Sunrise at Niterói, RJ, Brazil

Sunrise at Niterói, RJ, Brazil

No wonder that modern man feels a special attraction to the morbid, the freaks, the ugly.   The synthesis of this reality is, in my view, the Funk, erected the “cultural heritage” of Rio de Janeiro.   Honestly, I do not know which is worse in Funk, whether it is the “melody” from hell, or is the letter, a kind of “mantra” of sex and violence.  

The modern man lost the sense of beauty from the moment that he used it either a form of domination or a social and ideologic transformation.   Beauty begins to be destroyed with Nietzsche, emptying it of its ontological sense when he says that beauty is not in things, as the man himself produces it to give things and so impoverish themselves.   It is a self-deception of men.  
Some thinkers are known that wanted to use as the beautiful as a form of social revolution, as Gramsci, who proposed the use of the arts to communism deployment.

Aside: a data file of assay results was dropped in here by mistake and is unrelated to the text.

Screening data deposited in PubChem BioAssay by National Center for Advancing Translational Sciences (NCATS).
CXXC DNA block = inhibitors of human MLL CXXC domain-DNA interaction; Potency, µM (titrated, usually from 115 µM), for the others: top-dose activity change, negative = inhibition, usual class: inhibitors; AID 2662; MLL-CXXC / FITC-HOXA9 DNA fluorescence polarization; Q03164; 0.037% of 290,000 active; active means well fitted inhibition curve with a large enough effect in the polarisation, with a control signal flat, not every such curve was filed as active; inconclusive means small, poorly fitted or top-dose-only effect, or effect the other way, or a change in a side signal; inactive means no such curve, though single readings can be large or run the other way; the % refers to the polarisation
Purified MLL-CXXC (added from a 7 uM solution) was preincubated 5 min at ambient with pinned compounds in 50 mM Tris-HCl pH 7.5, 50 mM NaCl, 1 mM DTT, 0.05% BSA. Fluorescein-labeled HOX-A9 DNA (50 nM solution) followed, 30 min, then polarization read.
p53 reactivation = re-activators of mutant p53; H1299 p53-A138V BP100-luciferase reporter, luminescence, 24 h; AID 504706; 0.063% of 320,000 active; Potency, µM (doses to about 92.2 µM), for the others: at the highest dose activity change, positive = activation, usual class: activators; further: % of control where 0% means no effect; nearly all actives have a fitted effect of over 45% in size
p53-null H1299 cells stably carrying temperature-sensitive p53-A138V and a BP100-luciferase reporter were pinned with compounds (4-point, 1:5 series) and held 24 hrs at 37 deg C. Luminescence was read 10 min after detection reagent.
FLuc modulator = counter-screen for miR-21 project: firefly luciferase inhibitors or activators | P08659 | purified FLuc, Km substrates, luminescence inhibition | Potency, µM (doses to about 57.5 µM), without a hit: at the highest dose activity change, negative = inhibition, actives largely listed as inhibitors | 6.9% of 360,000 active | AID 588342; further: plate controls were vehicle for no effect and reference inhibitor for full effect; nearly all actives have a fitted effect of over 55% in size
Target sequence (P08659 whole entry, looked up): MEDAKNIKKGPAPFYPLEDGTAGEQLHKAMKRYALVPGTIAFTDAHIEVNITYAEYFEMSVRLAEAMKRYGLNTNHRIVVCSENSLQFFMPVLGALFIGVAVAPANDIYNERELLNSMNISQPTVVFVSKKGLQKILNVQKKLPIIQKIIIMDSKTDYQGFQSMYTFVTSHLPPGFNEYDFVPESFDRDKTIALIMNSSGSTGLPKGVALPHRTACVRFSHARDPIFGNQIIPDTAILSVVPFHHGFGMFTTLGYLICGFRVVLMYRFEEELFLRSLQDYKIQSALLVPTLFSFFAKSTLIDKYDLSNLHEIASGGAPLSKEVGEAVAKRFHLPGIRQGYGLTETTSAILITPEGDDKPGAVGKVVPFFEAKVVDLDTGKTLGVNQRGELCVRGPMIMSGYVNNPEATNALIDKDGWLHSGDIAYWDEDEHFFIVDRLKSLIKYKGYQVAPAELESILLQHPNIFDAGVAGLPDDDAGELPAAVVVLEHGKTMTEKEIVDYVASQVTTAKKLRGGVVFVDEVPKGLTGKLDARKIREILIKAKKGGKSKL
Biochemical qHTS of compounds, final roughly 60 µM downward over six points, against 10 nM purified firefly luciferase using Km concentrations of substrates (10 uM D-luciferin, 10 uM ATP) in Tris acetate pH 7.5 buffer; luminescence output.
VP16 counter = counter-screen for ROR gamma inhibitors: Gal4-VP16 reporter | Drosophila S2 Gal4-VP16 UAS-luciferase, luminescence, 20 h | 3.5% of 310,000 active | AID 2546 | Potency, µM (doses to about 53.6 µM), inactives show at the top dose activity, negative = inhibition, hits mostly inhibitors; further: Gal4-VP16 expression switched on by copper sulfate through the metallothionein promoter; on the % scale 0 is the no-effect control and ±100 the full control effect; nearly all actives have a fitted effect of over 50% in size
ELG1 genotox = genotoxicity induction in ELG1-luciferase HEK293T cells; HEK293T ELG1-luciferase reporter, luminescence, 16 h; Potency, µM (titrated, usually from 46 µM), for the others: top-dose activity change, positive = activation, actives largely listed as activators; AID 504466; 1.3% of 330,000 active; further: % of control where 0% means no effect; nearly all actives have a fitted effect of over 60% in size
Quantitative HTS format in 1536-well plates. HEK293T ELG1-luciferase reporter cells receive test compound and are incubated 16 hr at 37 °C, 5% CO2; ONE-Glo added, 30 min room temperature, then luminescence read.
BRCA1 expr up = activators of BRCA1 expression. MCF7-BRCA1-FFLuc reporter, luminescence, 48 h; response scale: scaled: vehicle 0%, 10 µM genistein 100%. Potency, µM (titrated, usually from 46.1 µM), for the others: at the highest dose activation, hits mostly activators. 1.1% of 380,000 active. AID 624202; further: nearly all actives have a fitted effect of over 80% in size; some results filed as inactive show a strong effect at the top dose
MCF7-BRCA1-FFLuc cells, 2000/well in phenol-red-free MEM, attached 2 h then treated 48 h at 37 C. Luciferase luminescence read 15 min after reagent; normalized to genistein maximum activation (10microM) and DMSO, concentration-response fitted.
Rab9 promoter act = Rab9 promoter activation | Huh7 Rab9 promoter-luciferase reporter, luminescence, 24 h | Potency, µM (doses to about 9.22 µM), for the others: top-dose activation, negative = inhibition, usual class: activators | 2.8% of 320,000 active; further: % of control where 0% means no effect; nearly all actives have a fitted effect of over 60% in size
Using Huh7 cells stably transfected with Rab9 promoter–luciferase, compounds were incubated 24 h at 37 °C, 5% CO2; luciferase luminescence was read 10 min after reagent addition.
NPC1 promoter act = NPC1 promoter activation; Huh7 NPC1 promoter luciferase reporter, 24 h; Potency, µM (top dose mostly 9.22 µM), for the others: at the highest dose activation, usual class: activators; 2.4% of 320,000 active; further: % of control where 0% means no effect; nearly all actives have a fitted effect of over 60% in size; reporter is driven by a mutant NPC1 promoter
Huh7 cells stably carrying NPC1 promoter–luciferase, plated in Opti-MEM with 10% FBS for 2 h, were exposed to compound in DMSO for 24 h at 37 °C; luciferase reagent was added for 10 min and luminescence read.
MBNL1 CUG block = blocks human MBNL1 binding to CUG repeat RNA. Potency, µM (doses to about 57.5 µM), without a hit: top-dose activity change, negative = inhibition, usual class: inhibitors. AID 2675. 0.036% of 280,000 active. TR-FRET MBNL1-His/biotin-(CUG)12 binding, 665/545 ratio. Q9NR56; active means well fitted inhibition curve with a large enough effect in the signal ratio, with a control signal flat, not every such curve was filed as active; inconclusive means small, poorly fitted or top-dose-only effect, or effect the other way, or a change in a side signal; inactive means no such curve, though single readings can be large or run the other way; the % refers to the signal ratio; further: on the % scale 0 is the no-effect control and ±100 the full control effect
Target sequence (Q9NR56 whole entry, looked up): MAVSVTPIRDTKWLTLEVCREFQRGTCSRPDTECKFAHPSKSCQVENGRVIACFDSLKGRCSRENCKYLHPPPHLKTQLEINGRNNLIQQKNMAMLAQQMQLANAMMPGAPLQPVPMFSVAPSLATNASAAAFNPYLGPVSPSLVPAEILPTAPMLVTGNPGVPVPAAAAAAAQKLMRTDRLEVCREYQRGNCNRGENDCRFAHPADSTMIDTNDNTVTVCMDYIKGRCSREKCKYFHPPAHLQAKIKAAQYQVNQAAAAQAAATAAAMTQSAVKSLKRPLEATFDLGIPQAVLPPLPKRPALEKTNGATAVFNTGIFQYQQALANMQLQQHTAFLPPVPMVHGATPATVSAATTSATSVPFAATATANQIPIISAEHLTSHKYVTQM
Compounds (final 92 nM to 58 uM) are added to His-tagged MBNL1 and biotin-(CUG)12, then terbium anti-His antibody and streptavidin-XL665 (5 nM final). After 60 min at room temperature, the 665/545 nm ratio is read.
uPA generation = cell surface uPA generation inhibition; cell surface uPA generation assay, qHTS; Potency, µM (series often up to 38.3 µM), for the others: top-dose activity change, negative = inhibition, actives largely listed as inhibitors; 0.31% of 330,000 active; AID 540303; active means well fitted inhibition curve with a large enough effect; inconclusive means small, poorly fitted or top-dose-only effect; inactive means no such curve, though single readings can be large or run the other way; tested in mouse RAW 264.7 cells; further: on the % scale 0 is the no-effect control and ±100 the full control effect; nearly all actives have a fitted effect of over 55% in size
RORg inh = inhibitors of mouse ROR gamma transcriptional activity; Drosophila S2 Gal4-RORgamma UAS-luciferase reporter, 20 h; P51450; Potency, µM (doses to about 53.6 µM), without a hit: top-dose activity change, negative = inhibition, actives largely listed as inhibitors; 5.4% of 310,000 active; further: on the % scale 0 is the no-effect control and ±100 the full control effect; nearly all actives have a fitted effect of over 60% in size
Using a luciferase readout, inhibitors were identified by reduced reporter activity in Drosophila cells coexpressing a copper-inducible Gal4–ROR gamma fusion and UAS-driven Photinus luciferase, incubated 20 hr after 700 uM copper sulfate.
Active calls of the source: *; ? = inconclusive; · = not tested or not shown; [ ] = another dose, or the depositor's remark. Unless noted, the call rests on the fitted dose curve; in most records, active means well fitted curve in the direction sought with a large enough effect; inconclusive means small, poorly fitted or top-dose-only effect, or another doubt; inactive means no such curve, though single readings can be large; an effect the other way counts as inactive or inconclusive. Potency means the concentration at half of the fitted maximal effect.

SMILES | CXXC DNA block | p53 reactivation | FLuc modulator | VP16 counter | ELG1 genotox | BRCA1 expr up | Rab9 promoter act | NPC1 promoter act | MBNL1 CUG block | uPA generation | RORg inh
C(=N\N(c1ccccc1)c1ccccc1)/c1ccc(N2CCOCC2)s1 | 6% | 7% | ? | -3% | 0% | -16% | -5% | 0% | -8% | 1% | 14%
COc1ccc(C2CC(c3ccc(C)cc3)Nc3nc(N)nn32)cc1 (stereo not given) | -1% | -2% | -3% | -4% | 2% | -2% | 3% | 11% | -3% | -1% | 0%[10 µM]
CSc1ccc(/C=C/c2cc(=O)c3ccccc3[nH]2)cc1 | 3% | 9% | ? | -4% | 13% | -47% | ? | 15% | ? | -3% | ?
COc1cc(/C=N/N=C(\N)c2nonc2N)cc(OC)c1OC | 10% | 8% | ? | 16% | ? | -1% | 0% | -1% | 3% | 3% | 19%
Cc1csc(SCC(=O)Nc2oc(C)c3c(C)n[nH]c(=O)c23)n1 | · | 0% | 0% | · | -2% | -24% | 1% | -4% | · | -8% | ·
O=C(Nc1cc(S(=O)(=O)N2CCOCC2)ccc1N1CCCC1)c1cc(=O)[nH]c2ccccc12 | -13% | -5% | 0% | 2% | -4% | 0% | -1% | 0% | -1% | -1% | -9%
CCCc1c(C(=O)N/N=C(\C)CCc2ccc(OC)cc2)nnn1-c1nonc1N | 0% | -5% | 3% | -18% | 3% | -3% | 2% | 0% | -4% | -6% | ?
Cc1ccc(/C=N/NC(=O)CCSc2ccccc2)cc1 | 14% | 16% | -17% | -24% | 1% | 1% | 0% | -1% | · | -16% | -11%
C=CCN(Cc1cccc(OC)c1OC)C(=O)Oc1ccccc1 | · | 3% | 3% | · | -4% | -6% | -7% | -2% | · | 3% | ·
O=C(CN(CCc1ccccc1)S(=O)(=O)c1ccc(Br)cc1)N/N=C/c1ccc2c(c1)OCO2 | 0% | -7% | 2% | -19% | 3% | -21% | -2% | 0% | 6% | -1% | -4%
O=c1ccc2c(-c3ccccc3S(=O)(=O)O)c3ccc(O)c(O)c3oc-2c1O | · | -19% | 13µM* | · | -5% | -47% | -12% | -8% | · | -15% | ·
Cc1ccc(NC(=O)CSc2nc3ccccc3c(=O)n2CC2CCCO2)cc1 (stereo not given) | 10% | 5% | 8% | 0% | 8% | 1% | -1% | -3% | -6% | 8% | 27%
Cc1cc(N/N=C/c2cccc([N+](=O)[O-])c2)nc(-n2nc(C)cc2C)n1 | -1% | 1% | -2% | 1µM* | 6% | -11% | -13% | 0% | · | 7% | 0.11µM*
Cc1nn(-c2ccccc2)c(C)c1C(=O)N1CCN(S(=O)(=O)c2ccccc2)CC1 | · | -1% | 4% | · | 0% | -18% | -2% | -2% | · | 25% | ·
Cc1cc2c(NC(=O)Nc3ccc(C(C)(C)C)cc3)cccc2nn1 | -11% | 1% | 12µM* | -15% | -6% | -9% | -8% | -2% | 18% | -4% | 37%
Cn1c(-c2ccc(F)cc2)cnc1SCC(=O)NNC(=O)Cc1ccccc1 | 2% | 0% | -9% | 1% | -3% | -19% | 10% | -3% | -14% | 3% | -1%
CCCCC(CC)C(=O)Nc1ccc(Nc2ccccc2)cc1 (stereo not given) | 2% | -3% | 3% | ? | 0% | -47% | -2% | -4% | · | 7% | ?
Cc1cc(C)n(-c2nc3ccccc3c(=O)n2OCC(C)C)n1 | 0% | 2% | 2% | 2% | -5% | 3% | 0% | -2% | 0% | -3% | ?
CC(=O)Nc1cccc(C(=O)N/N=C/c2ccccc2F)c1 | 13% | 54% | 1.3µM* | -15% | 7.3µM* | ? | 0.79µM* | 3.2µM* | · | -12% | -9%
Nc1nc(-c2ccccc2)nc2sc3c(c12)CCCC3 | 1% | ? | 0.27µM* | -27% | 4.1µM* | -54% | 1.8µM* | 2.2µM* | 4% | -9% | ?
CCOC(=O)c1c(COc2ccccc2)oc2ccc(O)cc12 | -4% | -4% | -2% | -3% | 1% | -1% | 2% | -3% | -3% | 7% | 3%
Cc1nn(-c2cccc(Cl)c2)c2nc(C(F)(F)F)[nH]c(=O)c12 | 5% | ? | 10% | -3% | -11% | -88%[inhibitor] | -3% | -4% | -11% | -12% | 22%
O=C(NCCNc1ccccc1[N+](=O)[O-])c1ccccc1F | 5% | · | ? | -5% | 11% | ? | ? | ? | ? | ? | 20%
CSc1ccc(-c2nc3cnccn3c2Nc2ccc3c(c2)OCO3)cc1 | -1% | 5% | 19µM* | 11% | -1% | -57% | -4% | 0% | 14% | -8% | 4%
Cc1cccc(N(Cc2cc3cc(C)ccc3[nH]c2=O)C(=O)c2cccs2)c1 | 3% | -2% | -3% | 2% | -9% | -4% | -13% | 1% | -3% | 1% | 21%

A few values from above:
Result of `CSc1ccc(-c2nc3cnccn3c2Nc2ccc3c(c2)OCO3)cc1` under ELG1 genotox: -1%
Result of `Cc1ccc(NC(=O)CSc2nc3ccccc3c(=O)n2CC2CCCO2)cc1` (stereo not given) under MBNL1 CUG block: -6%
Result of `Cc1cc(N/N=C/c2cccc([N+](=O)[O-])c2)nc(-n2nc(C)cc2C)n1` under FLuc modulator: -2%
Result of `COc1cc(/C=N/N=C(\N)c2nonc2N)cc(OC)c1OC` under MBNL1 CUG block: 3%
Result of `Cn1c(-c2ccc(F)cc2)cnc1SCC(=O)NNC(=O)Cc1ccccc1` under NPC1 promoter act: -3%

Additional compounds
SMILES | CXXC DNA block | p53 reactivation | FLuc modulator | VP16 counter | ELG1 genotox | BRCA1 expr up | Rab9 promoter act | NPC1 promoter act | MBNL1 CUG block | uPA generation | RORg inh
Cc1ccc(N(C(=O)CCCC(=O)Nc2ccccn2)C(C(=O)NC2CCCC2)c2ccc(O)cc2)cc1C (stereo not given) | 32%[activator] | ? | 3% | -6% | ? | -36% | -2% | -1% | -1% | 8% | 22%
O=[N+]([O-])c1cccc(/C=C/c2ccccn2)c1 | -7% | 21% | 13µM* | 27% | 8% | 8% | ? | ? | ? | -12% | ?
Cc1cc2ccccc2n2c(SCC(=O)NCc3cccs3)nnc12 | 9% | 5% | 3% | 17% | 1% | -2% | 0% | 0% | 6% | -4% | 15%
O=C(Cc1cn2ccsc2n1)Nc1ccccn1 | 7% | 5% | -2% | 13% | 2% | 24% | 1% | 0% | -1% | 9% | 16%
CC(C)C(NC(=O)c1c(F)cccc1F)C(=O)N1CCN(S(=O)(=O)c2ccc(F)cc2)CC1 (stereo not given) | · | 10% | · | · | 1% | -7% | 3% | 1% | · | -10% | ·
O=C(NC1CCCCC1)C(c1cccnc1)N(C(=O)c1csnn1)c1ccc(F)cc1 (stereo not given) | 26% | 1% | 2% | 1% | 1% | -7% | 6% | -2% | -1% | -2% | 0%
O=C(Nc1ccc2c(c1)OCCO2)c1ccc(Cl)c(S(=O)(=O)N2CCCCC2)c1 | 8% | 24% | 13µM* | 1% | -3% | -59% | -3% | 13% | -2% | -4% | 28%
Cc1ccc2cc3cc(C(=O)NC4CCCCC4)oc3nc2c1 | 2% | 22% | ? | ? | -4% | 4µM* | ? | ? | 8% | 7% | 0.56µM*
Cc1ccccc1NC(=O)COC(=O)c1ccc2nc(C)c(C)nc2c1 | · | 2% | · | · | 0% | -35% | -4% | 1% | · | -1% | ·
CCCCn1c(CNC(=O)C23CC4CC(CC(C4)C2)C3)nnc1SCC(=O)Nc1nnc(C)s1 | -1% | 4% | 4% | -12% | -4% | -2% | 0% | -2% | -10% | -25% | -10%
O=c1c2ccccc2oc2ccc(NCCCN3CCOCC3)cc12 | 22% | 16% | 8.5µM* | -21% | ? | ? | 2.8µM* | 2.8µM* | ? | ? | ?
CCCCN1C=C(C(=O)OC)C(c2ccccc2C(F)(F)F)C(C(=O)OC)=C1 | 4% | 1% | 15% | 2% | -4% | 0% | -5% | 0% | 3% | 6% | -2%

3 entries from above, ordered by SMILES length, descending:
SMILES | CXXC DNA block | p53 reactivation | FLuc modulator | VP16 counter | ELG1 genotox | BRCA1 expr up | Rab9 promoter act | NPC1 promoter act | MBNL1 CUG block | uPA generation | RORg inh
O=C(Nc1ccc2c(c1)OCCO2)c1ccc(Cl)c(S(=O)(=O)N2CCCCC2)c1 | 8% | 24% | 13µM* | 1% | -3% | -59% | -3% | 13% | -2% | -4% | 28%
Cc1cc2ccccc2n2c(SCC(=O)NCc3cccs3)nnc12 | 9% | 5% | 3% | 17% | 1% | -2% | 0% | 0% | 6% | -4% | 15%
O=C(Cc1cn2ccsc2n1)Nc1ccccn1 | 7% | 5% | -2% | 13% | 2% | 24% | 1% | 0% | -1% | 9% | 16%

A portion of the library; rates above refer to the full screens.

The Modern Art, from the time when, in an almost teenage revolt, wanted to get rid of any “rule” or proportion of aesthetics, fell into the abyss of chaos and non sense.   In various fields of art (music, painting, sculpture, etc.) abstractions that mark the triumph of shapeless and formless are regarded as masterpieces by experts.   But the simple man, devoid of the “wisdom of the intellectuals of the city” realize that this is true ugliness, somewhat as in the fable in which a boy cries that the king was naked.  
What happened Is that beauty has an ontological dimension.   Thus, a structural element of beauty is as classicall consists in the form.   The artwork is always and only one demiurgic work, printing form to the shapeless, taking from the chaos the cosmos where logos shines.   For the Greeks, the architecture, sculpture and pottery were based on canons that were an essential perfection rule and could be expressed accurately by numbers and proportions.  
The Greeks considered beauty and goodness as inseparable, which is summarized by the word “Kalokagathia” (καλοκαγαθία), a Greek concept derived from the expression “kalos kai agathos” (καλός καi αγαθός), which literally means beauty and goodness, or beauty and virtuous. On the other hand, Konrad Lorenz claims that “the familiarity with beauty is an optimal antidote against the mistaken opinion (…) that it is only real something that can be defined with exactness and quantified”.  

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